In his book Importing the European Army, David B. Ralston wrote of the strength and weakness of the tercio, “By the end of the sixteenth century, portable firearms had been in general use for over three generations. They may have been undergoing steady, incremental improvements, but they were still inaccurate and slow-firing.
Because the men so armed were vulnerable to enemy cavalry during the long, complicated process of loading and priming their pieces, in battle they had to be protected by men carrying pikes. The tactical formation in which pikes and portable firearms were most efficaciously combined was the Spanish tercio, a massive square of some 3000 men.
For all its formidable qualities – it was seldom bested in combat over a period of one hundred years – the tercio was clumsy and overly rigid, incapable of maneuvering once a battle had begun.”
While the Spanish tercios were converted into regiments come 1704 to adapt to changing methods of warfare, there is sufficient reason to believe that its principles were taught in Spanish military schools for a long period of time.
The island of Luzon where the heart of the Spanish government rested was the first and practical choice of location to recruit natives for military service. This tradition lingered even unto the end of Spanish colonial rule particularly among the Macabebes of Pampanga.
Being comrades in arms for long, a bond of loyalty developed between the Spaniards and some of the natives. This is evident in the case of Colonel Eugenio Blanco, a mestizo who headed the Guardia Civil of the town of Macabebe in Pampanga. Perhaps in an effort to show his sympathy to the cause of the natives, it was said that Blanco initially sided with the Filipino revolutionary forces allowing them to take over the town.
Prof. Lino Dizon, chair of the Center for Tarlaqueño Studies of the Tarlac State University wrote of the incident in his article titled Macabebes: 1571 – 1901 More than a footnote in history, “A unique episode in the Philippine revolutionary struggle was what transpired in the town of Macabebe itself.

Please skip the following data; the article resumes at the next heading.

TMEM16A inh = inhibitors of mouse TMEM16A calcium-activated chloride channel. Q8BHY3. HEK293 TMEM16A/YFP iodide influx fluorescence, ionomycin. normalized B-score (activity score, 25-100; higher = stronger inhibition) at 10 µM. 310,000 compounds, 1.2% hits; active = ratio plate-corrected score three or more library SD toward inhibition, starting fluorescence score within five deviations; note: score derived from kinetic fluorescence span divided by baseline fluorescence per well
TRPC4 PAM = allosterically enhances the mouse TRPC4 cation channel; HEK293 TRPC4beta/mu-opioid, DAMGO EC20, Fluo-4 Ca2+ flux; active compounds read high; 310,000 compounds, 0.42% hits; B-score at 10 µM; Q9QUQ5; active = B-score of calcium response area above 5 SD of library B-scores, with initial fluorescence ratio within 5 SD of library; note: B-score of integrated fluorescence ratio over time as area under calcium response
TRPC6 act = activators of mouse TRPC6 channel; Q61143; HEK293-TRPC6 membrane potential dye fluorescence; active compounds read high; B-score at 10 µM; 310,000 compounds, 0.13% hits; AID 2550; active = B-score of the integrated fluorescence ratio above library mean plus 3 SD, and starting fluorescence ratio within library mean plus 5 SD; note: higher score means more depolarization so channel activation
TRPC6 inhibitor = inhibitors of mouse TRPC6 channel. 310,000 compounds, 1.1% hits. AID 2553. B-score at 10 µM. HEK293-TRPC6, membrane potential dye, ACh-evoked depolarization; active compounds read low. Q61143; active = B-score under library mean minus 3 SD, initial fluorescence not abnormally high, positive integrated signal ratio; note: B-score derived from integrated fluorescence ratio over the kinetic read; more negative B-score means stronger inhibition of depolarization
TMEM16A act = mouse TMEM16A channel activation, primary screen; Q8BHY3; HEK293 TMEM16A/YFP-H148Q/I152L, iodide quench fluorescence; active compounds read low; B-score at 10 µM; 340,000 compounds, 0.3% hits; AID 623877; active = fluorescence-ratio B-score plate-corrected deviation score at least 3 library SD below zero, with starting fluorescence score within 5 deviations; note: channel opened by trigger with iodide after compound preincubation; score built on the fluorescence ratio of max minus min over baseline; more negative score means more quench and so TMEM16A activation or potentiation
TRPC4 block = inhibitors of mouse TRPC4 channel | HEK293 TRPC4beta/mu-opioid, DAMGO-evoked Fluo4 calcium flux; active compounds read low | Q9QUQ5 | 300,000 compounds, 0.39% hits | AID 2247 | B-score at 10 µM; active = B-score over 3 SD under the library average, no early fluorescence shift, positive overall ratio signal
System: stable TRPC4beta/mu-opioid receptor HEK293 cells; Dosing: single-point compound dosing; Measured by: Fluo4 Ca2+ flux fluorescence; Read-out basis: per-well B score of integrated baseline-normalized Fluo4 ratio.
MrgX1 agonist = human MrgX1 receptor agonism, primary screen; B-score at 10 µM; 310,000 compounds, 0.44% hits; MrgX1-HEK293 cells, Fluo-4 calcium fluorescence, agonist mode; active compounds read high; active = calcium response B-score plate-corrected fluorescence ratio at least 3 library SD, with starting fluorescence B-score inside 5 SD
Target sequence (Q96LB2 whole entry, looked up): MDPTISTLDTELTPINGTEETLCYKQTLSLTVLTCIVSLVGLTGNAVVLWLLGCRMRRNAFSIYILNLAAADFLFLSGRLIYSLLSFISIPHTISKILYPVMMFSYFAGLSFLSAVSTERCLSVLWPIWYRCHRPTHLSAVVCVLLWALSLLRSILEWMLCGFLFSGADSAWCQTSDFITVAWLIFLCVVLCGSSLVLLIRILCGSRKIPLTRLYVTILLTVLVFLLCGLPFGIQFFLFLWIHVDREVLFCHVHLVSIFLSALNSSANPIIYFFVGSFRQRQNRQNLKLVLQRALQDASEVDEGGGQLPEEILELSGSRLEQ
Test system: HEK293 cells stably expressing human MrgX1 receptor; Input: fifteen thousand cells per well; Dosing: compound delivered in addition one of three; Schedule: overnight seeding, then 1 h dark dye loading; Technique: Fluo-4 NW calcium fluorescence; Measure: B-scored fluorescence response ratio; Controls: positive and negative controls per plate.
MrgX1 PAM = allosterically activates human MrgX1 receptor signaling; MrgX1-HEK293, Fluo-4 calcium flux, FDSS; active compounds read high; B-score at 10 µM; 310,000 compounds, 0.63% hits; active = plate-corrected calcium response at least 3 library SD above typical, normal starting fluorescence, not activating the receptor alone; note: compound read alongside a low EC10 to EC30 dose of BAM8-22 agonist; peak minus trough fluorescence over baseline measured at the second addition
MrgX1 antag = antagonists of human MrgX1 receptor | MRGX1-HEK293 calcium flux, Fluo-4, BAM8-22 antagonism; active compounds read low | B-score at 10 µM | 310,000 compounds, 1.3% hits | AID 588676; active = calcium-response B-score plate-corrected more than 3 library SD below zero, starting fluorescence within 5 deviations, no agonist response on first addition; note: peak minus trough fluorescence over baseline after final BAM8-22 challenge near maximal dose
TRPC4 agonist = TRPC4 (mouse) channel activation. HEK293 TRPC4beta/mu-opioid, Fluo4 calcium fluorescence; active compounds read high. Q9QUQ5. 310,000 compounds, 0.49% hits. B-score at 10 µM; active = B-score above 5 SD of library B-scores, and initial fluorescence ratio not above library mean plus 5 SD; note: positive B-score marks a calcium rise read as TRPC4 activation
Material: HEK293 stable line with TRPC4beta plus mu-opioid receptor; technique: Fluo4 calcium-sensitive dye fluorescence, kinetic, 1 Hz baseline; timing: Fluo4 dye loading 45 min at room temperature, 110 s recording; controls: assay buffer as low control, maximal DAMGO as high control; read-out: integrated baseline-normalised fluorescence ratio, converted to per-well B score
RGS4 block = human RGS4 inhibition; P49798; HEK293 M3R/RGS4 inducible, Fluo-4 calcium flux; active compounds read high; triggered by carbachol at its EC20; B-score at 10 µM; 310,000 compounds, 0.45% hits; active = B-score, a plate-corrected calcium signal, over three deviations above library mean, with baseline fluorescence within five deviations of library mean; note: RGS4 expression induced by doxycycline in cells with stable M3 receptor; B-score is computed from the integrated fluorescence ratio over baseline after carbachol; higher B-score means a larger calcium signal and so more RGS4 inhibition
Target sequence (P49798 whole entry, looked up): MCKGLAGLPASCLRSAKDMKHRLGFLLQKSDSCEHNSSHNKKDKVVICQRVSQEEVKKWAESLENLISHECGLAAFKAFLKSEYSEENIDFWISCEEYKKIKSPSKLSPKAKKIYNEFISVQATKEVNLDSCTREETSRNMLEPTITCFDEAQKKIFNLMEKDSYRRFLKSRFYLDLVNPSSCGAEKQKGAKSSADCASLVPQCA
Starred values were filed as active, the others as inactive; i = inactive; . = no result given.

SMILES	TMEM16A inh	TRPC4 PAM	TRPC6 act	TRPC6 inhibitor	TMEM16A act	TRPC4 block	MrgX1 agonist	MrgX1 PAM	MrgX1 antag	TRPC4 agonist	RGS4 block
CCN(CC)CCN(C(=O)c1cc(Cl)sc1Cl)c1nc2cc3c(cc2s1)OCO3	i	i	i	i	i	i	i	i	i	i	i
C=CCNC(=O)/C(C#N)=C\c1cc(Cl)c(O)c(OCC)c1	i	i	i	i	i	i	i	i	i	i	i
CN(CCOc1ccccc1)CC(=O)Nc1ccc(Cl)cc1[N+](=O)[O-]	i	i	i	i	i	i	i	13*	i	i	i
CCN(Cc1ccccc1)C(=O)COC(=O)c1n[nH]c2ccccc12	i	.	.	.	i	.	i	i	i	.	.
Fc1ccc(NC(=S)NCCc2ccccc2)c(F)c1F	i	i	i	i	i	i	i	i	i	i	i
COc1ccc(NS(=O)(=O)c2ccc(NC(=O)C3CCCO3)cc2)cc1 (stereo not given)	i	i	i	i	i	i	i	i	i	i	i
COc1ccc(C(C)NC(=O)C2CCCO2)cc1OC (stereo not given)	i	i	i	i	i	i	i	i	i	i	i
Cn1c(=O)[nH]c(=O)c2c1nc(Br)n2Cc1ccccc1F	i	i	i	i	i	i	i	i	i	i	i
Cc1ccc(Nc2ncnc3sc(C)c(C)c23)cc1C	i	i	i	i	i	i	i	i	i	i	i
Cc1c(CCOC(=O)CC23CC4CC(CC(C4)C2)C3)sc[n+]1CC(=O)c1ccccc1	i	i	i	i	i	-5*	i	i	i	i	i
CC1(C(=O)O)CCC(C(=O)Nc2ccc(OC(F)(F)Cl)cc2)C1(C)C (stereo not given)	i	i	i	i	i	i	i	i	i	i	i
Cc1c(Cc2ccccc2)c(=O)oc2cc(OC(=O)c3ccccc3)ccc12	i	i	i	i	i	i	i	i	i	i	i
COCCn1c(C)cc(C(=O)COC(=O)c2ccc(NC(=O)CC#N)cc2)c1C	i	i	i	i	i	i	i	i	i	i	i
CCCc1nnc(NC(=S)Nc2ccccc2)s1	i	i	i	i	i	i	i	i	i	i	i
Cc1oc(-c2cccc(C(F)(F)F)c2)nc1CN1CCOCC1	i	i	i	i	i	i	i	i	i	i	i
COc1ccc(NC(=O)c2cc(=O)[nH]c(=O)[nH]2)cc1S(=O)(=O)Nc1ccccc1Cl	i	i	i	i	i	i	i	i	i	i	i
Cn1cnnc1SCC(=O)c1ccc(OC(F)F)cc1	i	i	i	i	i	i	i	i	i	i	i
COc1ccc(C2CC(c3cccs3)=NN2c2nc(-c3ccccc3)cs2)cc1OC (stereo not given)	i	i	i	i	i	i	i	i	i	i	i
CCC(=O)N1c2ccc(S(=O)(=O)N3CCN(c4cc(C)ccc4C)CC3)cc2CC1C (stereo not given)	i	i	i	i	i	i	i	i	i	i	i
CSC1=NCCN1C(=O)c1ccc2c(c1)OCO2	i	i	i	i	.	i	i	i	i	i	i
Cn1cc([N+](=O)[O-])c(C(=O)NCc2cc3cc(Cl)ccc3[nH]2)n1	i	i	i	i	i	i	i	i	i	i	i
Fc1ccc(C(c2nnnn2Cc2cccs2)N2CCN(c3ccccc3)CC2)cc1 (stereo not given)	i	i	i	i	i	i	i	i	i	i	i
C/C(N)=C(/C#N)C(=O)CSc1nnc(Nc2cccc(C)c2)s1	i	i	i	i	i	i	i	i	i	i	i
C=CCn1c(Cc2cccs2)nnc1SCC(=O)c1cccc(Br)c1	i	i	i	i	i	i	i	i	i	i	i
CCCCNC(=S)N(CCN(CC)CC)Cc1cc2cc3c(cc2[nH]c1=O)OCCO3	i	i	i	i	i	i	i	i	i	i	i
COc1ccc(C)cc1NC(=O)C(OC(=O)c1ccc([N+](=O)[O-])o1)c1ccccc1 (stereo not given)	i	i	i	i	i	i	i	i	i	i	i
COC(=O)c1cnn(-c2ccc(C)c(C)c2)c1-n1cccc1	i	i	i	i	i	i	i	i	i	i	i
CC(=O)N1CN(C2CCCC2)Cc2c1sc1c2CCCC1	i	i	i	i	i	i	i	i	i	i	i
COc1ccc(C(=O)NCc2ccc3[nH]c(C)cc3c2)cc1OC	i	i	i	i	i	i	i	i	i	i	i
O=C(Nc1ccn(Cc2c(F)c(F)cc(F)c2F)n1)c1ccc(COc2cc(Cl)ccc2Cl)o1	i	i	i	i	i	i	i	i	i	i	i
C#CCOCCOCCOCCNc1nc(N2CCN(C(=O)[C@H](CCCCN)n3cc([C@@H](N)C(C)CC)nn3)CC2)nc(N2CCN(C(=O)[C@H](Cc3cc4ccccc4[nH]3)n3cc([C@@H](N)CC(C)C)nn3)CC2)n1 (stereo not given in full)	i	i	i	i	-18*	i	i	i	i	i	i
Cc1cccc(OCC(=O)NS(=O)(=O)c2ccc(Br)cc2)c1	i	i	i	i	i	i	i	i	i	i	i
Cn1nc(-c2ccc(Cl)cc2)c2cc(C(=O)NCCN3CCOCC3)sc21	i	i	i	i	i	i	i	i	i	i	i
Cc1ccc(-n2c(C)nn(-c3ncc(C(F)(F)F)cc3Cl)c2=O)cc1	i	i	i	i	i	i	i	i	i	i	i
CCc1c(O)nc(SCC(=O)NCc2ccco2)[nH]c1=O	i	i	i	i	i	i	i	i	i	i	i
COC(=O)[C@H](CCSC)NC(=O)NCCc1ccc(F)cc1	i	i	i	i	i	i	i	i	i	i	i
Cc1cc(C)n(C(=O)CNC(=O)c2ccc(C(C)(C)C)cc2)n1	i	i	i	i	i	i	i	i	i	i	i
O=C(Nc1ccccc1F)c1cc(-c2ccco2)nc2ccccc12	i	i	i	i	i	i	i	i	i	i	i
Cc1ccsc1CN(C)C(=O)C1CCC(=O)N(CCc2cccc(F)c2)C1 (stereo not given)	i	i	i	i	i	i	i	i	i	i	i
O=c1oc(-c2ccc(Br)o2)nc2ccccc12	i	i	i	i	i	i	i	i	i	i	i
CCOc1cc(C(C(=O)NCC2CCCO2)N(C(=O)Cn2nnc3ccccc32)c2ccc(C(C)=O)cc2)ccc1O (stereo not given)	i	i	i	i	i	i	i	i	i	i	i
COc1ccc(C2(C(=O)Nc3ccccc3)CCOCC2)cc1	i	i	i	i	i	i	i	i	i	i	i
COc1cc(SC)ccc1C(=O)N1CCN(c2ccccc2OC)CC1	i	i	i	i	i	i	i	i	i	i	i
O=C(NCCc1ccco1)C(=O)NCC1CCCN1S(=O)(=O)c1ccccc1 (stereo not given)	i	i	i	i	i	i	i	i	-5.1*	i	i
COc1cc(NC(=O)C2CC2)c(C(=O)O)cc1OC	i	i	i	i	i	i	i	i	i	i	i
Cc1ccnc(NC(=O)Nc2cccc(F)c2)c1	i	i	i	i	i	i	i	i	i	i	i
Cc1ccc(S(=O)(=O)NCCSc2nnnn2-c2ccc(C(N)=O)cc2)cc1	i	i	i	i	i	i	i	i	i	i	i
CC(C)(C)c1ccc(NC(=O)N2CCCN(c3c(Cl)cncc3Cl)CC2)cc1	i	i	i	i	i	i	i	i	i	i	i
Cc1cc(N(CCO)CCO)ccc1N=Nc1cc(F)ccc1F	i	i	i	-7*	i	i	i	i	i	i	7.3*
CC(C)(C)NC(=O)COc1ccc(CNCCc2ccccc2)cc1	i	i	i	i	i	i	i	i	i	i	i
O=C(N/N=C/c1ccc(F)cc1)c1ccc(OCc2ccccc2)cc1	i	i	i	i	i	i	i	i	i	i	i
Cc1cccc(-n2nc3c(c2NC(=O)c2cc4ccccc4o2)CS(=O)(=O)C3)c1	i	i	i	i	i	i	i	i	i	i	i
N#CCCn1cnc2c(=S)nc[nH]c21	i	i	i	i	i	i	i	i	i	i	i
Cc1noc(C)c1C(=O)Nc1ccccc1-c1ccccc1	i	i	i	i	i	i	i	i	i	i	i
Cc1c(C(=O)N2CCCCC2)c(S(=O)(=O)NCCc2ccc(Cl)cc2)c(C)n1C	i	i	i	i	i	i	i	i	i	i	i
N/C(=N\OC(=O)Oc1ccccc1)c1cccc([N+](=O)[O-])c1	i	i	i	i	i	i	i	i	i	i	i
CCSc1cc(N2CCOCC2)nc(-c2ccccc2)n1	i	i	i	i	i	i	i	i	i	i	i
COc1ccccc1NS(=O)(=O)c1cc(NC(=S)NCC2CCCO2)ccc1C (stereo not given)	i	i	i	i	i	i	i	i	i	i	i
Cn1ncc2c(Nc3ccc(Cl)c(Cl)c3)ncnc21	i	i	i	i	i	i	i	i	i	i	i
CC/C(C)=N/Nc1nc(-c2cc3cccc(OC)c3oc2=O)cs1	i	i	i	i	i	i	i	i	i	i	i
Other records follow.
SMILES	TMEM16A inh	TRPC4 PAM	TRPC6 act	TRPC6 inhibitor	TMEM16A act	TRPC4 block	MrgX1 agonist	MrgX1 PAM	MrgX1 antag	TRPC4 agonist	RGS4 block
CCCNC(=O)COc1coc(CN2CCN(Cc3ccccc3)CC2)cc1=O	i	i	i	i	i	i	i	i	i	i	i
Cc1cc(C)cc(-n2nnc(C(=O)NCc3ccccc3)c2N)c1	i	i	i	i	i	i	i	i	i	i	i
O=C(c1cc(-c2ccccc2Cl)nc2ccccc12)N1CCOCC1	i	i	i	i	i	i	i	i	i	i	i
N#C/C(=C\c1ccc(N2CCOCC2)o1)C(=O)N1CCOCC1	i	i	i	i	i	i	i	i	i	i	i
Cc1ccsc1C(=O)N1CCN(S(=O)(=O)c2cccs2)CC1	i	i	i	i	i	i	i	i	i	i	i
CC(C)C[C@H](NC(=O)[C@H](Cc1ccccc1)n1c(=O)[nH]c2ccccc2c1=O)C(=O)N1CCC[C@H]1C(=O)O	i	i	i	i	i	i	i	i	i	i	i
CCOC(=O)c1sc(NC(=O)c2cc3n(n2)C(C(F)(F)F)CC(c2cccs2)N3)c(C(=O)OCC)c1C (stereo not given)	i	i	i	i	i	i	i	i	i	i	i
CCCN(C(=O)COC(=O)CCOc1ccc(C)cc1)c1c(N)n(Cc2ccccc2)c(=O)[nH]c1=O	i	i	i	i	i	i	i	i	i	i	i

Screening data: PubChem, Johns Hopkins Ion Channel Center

It centered on the activities of Colonel Eugenio Blanco, a mestizo who headed the Guardia Civil of the town. A known Mason, he initially supported the revolutionary cause in Pampanga. He did this, according to Rafaelita Hilario-Soriano, by letting the revolutionary forces take over Macabebe on June 24, 1898 while his loyal Macabebes joined the remaining Spaniards to help rescue Augustinian priests in Angeles.
Disgruntled with Gen. Aguinaldo, however, after the Caviteño leader refused his request for a safe passage for the wife of the Spanish general, Ricardo Monet, Blanco decided to retake Macabebe from the revolucionarios.
A Spanish prisoner and witness, Carlos Ria-baja, had an altogether different story to tell, though never questioning the loyalty of the Macabebes to the Spanish cause.
Writing in 1899, he had this to tell: On the 16th of June, the (remaining Spanish) column disembarked in Macabebe, including a company under Captain Alcaina, the 4th Cazadores Battalion , and the Battalion of Macabebe Volunteers under Colonel Eugenio Blanco, the force that has excellently defended the town, most especially the said Colonel with his volunteers who brought to immeasurable height the town’s name where they belong.
Hail to Blanco and his Volunteers! The Blanco Batallion was the only one, which supported the Spanish campaign in the Philippines.
It is said that a street in Madrid was named “Voluntarios de Macabebe.”